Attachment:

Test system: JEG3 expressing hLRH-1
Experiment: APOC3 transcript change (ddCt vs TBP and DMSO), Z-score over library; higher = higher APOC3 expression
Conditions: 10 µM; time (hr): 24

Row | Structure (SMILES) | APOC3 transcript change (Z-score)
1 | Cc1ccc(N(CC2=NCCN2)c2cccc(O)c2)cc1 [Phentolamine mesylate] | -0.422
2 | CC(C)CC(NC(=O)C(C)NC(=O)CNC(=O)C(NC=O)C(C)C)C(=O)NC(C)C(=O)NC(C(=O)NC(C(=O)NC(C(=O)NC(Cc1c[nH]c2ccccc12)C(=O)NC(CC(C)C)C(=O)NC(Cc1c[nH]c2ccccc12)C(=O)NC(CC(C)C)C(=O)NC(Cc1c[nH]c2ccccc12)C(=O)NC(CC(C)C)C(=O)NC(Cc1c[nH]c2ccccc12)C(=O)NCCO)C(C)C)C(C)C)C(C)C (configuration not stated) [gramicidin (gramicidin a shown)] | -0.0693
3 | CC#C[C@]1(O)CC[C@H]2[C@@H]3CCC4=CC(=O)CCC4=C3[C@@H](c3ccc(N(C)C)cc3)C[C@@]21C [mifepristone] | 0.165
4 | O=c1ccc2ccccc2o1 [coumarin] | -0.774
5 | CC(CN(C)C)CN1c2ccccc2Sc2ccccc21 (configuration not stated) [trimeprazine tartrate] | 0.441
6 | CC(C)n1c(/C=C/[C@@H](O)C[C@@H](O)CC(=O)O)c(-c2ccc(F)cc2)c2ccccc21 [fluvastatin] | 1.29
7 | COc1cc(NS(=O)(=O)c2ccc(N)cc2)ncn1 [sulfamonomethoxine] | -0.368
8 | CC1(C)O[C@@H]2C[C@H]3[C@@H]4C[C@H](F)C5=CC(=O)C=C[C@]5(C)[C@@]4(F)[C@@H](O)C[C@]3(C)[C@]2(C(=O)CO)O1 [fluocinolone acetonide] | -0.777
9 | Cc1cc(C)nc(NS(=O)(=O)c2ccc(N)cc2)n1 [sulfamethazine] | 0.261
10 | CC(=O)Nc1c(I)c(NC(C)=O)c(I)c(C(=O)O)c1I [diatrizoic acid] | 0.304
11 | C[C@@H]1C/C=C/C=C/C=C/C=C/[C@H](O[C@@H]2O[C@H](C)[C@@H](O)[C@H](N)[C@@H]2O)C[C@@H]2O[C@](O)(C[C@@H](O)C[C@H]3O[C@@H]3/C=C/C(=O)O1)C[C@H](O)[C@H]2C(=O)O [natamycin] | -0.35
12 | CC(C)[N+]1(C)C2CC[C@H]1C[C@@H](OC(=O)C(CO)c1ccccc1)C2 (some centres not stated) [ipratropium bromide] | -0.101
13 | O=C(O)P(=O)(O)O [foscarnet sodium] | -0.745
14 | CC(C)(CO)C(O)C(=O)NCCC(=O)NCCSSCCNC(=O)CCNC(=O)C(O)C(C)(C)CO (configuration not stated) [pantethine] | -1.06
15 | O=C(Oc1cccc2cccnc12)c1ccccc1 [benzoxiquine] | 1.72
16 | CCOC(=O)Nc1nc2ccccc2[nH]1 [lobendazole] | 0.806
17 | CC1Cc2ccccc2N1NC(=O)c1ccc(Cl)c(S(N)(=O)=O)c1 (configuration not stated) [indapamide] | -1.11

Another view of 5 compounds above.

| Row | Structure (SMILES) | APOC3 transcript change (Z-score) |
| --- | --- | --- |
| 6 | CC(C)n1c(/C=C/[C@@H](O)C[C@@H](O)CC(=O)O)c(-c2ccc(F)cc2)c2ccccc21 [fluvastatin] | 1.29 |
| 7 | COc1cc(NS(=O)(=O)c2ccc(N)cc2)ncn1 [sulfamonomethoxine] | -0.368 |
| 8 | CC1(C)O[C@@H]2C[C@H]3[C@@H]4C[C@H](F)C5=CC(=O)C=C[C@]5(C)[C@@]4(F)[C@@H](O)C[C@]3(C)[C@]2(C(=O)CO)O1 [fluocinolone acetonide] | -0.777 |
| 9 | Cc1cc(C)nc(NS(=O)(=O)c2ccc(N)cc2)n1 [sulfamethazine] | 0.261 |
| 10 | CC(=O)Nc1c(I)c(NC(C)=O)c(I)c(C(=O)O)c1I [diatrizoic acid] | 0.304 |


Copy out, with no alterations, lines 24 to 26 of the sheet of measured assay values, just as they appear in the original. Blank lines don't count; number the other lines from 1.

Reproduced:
| --- | --- | --- |
| 6 | CC(C)n1c(/C=C/[C@@H](O)C[C@@H](O)CC(=O)O)c(-c2ccc(F)cc2)c2ccccc21 [fluvastatin] | 1.29 |
| 7 | COc1cc(NS(=O)(=O)c2ccc(N)cc2)ncn1 [sulfamonomethoxine] | -0.368 |